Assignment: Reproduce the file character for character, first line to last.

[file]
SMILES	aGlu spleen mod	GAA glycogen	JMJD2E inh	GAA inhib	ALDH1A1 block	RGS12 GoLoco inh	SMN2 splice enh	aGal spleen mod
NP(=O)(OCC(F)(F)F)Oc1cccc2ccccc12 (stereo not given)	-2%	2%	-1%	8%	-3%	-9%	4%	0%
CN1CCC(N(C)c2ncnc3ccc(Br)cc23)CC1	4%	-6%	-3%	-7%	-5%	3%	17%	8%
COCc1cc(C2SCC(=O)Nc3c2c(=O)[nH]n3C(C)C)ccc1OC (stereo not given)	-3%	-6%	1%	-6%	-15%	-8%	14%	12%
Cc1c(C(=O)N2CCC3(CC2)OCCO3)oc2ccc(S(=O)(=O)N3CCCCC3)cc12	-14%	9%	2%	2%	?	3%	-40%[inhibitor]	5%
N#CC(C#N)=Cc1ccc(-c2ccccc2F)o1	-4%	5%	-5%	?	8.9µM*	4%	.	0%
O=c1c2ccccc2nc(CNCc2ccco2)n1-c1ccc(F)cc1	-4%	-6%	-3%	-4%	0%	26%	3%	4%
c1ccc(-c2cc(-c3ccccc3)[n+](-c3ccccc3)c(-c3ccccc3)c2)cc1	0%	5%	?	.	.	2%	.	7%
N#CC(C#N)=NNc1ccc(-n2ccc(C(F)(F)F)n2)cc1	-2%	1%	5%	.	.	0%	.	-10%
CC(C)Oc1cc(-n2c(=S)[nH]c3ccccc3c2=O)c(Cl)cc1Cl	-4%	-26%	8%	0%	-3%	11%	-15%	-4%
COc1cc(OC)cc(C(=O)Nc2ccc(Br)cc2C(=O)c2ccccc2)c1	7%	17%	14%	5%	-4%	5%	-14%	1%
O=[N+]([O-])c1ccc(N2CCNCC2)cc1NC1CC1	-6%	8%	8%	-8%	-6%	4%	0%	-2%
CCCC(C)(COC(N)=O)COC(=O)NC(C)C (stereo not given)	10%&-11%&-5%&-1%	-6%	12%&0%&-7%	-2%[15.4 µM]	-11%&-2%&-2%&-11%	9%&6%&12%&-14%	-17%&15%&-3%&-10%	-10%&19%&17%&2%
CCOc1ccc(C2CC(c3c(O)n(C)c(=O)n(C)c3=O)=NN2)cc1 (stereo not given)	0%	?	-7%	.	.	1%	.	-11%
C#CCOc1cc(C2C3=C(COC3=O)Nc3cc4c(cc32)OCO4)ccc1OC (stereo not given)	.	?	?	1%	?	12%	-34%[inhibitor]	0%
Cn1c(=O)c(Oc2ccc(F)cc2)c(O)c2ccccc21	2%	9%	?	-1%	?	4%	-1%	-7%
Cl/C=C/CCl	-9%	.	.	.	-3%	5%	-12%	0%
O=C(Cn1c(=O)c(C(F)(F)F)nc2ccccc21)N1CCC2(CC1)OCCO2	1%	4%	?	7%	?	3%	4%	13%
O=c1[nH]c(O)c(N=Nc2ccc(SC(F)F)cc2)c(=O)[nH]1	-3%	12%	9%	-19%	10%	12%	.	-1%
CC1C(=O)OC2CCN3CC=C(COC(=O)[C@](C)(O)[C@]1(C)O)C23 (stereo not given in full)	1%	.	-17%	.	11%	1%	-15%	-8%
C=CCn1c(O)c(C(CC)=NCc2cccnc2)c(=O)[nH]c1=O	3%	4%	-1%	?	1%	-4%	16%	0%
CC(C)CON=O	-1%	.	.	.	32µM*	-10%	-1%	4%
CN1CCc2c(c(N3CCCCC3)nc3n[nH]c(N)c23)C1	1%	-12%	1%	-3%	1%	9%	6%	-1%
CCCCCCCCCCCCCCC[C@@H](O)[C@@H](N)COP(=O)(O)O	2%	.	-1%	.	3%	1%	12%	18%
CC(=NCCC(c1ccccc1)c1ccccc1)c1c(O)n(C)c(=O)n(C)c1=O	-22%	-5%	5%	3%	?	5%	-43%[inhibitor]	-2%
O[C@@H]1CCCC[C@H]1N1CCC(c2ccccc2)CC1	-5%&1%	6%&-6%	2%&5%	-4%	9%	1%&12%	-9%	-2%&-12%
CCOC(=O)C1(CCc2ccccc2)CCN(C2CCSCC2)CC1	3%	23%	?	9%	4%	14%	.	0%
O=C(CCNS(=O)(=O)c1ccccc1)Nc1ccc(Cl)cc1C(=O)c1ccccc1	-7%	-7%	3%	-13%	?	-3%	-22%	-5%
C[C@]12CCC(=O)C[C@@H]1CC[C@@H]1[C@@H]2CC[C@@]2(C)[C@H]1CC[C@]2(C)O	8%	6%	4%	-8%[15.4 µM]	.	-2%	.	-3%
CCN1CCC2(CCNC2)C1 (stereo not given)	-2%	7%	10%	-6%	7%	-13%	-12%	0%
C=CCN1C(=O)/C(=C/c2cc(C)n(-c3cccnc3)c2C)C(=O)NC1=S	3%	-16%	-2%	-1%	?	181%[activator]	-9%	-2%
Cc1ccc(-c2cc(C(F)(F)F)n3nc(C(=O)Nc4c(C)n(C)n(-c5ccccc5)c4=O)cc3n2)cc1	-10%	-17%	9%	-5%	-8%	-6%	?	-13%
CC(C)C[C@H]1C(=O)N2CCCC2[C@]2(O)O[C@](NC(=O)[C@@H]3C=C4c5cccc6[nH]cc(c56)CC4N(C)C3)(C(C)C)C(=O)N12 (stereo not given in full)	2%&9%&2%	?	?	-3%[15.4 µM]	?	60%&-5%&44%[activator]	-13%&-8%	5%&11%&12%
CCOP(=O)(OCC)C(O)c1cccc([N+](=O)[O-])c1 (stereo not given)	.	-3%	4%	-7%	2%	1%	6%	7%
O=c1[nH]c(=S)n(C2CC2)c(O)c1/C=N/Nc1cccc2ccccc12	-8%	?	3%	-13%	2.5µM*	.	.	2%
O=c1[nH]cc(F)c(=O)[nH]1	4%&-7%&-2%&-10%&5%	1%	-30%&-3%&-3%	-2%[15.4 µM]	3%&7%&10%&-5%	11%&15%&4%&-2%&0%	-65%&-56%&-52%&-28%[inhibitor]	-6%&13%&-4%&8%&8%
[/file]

SMILES	aGlu spleen mod	GAA glycogen	JMJD2E inh	GAA inhib	ALDH1A1 block	RGS12 GoLoco inh	SMN2 splice enh	aGal spleen mod
NP(=O)(OCC(F)(F)F)Oc1cccc2ccccc12 (stereo not given)	-2%	2%	-1%	8%	-3%	-9%	4%	0%
CN1CCC(N(C)c2ncnc3ccc(Br)cc23)CC1	4%	-6%	-3%	-7%	-5%	3%	17%	8%
COCc1cc(C2SCC(=O)Nc3c2c(=O)[nH]n3C(C)C)ccc1OC (stereo not given)	-3%	-6%	1%	-6%	-15%	-8%	14%	12%
Cc1c(C(=O)N2CCC3(CC2)OCCO3)oc2ccc(S(=O)(=O)N3CCCCC3)cc12	-14%	9%	2%	2%	?	3%	-40%[inhibitor]	5%
N#CC(C#N)=Cc1ccc(-c2ccccc2F)o1	-4%	5%	-5%	?	8.9µM*	4%	.	0%
O=c1c2ccccc2nc(CNCc2ccco2)n1-c1ccc(F)cc1	-4%	-6%	-3%	-4%	0%	26%	3%	4%
c1ccc(-c2cc(-c3ccccc3)[n+](-c3ccccc3)c(-c3ccccc3)c2)cc1	0%	5%	?	.	.	2%	.	7%
N#CC(C#N)=NNc1ccc(-n2ccc(C(F)(F)F)n2)cc1	-2%	1%	5%	.	.	0%	.	-10%
CC(C)Oc1cc(-n2c(=S)[nH]c3ccccc3c2=O)c(Cl)cc1Cl	-4%	-26%	8%	0%	-3%	11%	-15%	-4%
COc1cc(OC)cc(C(=O)Nc2ccc(Br)cc2C(=O)c2ccccc2)c1	7%	17%	14%	5%	-4%	5%	-14%	1%
O=[N+]([O-])c1ccc(N2CCNCC2)cc1NC1CC1	-6%	8%	8%	-8%	-6%	4%	0%	-2%
CCCC(C)(COC(N)=O)COC(=O)NC(C)C (stereo not given)	10%&-11%&-5%&-1%	-6%	12%&0%&-7%	-2%[15.4 µM]	-11%&-2%&-2%&-11%	9%&6%&12%&-14%	-17%&15%&-3%&-10%	-10%&19%&17%&2%
CCOc1ccc(C2CC(c3c(O)n(C)c(=O)n(C)c3=O)=NN2)cc1 (stereo not given)	0%	?	-7%	.	.	1%	.	-11%
C#CCOc1cc(C2C3=C(COC3=O)Nc3cc4c(cc32)OCO4)ccc1OC (stereo not given)	.	?	?	1%	?	12%	-34%[inhibitor]	0%
Cn1c(=O)c(Oc2ccc(F)cc2)c(O)c2ccccc21	2%	9%	?	-1%	?	4%	-1%	-7%
Cl/C=C/CCl	-9%	.	.	.	-3%	5%	-12%	0%
O=C(Cn1c(=O)c(C(F)(F)F)nc2ccccc21)N1CCC2(CC1)OCCO2	1%	4%	?	7%	?	3%	4%	13%
O=c1[nH]c(O)c(N=Nc2ccc(SC(F)F)cc2)c(=O)[nH]1	-3%	12%	9%	-19%	10%	12%	.	-1%
CC1C(=O)OC2CCN3CC=C(COC(=O)[C@](C)(O)[C@]1(C)O)C23 (stereo not given in full)	1%	.	-17%	.	11%	1%	-15%	-8%
C=CCn1c(O)c(C(CC)=NCc2cccnc2)c(=O)[nH]c1=O	3%	4%	-1%	?	1%	-4%	16%	0%
CC(C)CON=O	-1%	.	.	.	32µM*	-10%	-1%	4%
CN1CCc2c(c(N3CCCCC3)nc3n[nH]c(N)c23)C1	1%	-12%	1%	-3%	1%	9%	6%	-1%
CCCCCCCCCCCCCCC[C@@H](O)[C@@H](N)COP(=O)(O)O	2%	.	-1%	.	3%	1%	12%	18%
CC(=NCCC(c1ccccc1)c1ccccc1)c1c(O)n(C)c(=O)n(C)c1=O	-22%	-5%	5%	3%	?	5%	-43%[inhibitor]	-2%
O[C@@H]1CCCC[C@H]1N1CCC(c2ccccc2)CC1	-5%&1%	6%&-6%	2%&5%	-4%	9%	1%&12%	-9%	-2%&-12%
CCOC(=O)C1(CCc2ccccc2)CCN(C2CCSCC2)CC1	3%	23%	?	9%	4%	14%	.	0%
O=C(CCNS(=O)(=O)c1ccccc1)Nc1ccc(Cl)cc1C(=O)c1ccccc1	-7%	-7%	3%	-13%	?	-3%	-22%	-5%
C[C@]12CCC(=O)C[C@@H]1CC[C@@H]1[C@@H]2CC[C@@]2(C)[C@H]1CC[C@]2(C)O	8%	6%	4%	-8%[15.4 µM]	.	-2%	.	-3%
CCN1CCC2(CCNC2)C1 (stereo not given)	-2%	7%	10%	-6%	7%	-13%	-12%	0%
C=CCN1C(=O)/C(=C/c2cc(C)n(-c3cccnc3)c2C)C(=O)NC1=S	3%	-16%	-2%	-1%	?	181%[activator]	-9%	-2%
Cc1ccc(-c2cc(C(F)(F)F)n3nc(C(=O)Nc4c(C)n(C)n(-c5ccccc5)c4=O)cc3n2)cc1	-10%	-17%	9%	-5%	-8%	-6%	?	-13%
CC(C)C[C@H]1C(=O)N2CCCC2[C@]2(O)O[C@](NC(=O)[C@@H]3C=C4c5cccc6[nH]cc(c56)CC4N(C)C3)(C(C)C)C(=O)N12 (stereo not given in full)	2%&9%&2%	?	?	-3%[15.4 µM]	?	60%&-5%&44%[activator]	-13%&-8%	5%&11%&12%
CCOP(=O)(OCC)C(O)c1cccc([N+](=O)[O-])c1 (stereo not given)	.	-3%	4%	-7%	2%	1%	6%	7%
O=c1[nH]c(=S)n(C2CC2)c(O)c1/C=N/Nc1cccc2ccccc12	-8%	?	3%	-13%	2.5µM*	.	.	2%
O=c1[nH]cc(F)c(=O)[nH]1	4%&-7%&-2%&-10%&5%	1%	-30%&-3%&-3%	-2%[15.4 µM]	3%&7%&10%&-5%	11%&15%&4%&-2%&0%	-65%&-56%&-52%&-28%[inhibitor]	-6%&13%&-4%&8%&8%